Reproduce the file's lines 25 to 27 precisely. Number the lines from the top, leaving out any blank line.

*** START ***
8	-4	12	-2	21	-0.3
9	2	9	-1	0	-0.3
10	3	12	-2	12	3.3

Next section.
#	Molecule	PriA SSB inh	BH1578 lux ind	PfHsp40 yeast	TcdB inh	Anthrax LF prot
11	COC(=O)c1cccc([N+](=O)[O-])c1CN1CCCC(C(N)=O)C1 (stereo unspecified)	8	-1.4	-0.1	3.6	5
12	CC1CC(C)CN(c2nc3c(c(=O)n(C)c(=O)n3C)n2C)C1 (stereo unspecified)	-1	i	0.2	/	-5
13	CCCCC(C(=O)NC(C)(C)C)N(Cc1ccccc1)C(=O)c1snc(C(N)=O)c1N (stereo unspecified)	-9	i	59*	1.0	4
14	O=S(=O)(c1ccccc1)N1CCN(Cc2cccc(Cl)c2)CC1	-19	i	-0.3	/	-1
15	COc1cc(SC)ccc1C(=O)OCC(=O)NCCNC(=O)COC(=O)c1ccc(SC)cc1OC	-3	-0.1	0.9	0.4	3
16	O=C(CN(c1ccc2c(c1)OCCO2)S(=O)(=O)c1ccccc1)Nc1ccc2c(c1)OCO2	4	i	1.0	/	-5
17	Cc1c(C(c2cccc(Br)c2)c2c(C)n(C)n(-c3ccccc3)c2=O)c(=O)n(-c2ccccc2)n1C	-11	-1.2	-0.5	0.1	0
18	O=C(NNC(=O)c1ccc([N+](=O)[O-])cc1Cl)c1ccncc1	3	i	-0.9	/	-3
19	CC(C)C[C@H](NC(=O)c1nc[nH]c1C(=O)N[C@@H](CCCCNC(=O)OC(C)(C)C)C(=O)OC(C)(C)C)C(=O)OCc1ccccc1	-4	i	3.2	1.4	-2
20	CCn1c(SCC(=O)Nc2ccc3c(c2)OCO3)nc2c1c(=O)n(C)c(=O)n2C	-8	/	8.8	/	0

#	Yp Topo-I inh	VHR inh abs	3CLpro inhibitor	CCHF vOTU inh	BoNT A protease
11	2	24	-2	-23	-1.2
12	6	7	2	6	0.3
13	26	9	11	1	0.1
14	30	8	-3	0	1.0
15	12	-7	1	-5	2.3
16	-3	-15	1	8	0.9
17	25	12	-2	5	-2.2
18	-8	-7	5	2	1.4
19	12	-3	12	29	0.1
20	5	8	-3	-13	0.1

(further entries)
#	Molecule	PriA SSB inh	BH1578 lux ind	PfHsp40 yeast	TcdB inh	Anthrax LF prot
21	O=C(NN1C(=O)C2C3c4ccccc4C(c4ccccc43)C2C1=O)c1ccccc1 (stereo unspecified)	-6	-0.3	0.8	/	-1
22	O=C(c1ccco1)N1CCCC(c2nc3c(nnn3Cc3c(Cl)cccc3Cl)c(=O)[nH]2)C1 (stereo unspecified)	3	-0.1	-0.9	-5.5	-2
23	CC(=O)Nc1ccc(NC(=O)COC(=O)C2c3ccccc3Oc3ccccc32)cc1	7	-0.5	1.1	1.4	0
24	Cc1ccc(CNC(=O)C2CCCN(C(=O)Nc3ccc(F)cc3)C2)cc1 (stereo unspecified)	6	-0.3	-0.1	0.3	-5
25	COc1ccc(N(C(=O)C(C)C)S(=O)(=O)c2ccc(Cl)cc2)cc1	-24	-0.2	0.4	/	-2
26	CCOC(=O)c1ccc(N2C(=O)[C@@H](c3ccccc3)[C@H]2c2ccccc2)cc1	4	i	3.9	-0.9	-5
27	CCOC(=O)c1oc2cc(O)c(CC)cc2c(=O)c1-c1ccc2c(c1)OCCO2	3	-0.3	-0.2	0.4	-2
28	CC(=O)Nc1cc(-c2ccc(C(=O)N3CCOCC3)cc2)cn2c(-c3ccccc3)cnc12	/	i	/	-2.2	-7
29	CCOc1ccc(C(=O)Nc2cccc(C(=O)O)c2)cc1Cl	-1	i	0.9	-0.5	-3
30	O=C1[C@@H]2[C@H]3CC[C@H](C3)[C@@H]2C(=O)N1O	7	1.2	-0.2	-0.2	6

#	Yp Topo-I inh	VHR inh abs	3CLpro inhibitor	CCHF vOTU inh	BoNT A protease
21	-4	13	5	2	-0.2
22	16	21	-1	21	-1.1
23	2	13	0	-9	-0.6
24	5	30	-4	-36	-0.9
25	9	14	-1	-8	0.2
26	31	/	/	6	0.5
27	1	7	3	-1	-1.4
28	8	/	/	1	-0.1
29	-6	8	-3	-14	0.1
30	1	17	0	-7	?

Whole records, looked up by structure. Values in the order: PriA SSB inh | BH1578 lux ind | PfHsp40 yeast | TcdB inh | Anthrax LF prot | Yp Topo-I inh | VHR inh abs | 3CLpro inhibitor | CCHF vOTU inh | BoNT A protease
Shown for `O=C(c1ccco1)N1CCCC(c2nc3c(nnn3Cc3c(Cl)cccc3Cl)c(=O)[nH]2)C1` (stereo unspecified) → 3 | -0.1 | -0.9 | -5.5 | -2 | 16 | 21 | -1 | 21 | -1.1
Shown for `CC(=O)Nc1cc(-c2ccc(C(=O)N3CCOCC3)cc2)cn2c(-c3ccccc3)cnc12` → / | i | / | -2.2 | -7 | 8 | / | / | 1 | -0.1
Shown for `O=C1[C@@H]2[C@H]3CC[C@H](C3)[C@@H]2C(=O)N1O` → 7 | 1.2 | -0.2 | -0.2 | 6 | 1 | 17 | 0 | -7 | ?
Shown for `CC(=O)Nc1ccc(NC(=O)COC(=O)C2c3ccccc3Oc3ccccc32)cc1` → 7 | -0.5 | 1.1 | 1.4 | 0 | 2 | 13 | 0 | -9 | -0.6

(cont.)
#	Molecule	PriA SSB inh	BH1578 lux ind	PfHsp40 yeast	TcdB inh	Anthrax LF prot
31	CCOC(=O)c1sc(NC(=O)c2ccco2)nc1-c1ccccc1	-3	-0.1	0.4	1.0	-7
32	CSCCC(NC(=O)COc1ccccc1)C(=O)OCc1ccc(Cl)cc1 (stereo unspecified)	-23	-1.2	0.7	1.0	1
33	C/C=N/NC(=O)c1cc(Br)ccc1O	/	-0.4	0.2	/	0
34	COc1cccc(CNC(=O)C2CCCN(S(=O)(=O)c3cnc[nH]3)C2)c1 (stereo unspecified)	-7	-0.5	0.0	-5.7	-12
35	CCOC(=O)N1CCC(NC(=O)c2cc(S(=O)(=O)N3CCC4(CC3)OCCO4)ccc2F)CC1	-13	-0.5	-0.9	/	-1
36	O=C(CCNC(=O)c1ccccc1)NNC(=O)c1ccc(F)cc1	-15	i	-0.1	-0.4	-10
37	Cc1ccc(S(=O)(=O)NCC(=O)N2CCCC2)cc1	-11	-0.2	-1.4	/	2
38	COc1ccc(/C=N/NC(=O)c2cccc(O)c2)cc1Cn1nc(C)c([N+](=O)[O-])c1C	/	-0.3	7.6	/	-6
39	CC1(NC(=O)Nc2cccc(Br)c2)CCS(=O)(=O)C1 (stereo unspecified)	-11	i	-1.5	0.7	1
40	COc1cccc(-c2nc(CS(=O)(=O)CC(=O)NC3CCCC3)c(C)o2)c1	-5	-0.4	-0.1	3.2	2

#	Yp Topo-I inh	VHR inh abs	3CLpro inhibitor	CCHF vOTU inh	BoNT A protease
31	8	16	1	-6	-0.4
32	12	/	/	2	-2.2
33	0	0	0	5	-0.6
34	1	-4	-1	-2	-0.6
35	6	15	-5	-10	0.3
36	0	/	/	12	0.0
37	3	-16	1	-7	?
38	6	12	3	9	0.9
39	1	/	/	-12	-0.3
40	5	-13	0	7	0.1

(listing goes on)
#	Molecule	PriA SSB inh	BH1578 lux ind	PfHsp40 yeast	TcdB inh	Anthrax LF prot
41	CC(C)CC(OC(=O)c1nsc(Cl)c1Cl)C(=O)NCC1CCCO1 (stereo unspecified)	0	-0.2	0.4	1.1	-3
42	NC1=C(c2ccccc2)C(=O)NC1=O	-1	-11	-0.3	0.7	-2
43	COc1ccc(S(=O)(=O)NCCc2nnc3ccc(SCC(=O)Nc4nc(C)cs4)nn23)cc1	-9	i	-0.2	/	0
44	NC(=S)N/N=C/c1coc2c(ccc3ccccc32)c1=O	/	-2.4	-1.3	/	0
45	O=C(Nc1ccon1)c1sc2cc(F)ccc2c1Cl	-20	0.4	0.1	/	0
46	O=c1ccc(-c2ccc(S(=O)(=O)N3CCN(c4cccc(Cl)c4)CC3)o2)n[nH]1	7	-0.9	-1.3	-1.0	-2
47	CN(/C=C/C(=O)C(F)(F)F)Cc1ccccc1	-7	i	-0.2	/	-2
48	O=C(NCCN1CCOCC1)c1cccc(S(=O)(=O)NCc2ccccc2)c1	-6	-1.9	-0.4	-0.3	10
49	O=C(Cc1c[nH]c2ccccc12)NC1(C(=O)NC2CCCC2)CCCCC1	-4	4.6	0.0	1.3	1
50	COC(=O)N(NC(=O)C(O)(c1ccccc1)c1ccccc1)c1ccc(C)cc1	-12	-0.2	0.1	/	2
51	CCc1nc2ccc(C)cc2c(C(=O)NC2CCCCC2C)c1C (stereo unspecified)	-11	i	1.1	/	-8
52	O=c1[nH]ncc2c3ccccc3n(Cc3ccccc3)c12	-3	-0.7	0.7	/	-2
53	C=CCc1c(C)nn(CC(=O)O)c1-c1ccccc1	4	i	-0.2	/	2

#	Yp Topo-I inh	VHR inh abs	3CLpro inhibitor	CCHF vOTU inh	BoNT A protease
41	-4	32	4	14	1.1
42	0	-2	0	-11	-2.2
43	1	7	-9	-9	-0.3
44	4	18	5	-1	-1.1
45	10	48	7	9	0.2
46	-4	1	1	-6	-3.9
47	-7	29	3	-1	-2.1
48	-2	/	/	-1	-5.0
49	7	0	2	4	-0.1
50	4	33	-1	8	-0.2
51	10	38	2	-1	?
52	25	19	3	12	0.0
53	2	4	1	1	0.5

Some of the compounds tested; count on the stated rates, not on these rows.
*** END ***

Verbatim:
19	12	-3	12	29	0.1
20	5	8	-3	-13	0.1

(further entries)